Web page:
Slavic name suffix

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A Slavic name suffix is a common way of forming patronymics, family names, and pet names in the Slavic languages (also called the Slavonic languages).

Many, if not most, Slavic last names are formed by adding possessive and other suffixes to given names and other words.

An example using an occupation is koval or kowal which means blacksmith. It is the root of the names Kowalsky, Kowalchuk, Kowalczyk, Kovalenko, Kovalyov, and Kovalev. All mean "descendant of a blacksmith".

The given name Petr or Petro (equivalent to Peter) can become Petrov, Petriv, Petriw, Petrovsky, Petrovich, and Petric. All mean "descendant of Peter". This is similar to the use of "-son" or "-sen" in Germanic languages. For example Johnson means "John's son", Anderson means "Anders' son", etc.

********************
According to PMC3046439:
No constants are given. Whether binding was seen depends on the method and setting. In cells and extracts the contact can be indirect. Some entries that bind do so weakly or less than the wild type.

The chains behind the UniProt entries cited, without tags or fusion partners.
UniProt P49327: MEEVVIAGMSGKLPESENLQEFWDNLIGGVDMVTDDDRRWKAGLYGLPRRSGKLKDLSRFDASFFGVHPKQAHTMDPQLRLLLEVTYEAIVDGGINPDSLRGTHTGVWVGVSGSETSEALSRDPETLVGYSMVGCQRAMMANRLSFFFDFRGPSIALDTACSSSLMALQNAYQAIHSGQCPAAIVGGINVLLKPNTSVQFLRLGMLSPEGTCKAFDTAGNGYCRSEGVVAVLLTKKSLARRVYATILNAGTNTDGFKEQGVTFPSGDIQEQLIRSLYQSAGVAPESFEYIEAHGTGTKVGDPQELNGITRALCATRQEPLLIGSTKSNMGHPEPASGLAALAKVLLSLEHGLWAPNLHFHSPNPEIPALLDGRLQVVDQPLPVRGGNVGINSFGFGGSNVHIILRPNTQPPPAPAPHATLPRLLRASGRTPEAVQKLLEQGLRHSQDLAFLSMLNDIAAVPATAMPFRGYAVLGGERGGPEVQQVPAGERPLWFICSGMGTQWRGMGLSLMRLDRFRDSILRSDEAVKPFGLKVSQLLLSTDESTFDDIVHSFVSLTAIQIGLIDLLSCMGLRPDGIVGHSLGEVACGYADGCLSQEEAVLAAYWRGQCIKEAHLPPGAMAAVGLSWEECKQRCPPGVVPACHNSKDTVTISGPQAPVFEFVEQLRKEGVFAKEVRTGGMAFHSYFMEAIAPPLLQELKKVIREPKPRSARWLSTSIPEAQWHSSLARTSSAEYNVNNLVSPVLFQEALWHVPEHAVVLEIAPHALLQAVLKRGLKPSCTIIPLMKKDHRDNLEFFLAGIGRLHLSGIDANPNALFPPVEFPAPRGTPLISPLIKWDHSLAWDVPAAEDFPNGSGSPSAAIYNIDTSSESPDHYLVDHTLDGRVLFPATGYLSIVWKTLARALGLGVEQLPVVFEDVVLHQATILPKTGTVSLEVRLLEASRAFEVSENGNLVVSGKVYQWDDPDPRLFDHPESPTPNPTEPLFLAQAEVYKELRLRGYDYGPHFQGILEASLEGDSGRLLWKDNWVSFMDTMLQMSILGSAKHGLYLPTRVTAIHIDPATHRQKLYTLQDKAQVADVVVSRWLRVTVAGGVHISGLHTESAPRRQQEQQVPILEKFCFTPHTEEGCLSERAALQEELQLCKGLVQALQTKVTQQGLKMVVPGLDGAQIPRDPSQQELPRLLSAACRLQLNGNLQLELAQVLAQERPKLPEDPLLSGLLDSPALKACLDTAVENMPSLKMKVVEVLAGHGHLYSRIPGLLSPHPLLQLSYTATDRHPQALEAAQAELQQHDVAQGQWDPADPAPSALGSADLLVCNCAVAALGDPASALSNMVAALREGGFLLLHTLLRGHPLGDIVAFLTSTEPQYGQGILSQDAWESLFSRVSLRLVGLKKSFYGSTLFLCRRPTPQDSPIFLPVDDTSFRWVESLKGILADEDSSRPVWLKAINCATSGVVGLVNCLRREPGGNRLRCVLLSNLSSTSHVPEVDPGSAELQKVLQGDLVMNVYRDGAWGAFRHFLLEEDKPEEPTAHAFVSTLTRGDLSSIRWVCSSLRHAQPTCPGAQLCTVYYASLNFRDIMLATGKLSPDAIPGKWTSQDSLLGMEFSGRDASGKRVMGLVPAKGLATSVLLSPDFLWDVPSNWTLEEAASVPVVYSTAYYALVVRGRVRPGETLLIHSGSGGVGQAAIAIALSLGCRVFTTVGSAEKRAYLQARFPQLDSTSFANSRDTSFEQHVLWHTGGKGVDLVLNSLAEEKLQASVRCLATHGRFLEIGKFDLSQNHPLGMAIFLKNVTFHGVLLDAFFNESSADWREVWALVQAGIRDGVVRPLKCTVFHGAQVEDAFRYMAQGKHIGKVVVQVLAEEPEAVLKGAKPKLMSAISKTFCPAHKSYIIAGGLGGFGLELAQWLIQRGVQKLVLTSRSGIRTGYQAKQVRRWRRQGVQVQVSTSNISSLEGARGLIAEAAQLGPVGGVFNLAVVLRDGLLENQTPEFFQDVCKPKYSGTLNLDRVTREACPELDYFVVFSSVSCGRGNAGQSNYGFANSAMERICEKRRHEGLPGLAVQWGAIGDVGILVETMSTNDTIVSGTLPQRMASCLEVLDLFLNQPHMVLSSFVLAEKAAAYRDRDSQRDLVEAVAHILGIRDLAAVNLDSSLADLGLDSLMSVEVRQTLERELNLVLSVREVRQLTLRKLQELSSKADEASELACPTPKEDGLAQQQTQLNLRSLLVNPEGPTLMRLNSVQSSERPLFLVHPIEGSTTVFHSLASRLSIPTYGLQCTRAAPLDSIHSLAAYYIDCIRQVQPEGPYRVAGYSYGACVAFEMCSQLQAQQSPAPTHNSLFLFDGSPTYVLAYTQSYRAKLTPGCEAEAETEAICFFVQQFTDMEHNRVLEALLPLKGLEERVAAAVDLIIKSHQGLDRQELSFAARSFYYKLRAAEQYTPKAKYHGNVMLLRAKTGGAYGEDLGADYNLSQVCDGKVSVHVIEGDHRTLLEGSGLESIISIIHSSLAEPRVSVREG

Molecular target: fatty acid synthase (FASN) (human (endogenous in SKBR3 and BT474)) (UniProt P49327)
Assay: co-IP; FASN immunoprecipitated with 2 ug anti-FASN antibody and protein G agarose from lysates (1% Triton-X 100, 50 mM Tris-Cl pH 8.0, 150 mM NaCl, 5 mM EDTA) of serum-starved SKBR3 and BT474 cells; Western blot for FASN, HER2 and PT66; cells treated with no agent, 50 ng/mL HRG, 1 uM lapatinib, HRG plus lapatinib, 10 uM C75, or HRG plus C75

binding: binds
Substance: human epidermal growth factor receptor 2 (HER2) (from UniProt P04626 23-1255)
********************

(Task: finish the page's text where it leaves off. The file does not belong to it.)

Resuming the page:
In East Slavic languages (Belarusian, Russian, Rusyn, and Ukrainian) the same phenomenon of name suffixes can be used to express several meanings. One of the most common is the patronymic. Instead of a secondary "middle" given name, people identify themselves with their given and family name and patronymic, a name based on their father's given name. If a man gives his full name as Boris Vladimirovich Kuznetsov, then his father's name must have been Vladimir. Vladimirovich in this case literally means "Vladimir's son".

Similarly suffixes can also be attached to express affection or informality. For example calling a boy named Ivan as Vanya expresses that he is familiar to you. This the same as switching Jonathan for John or Johnny.

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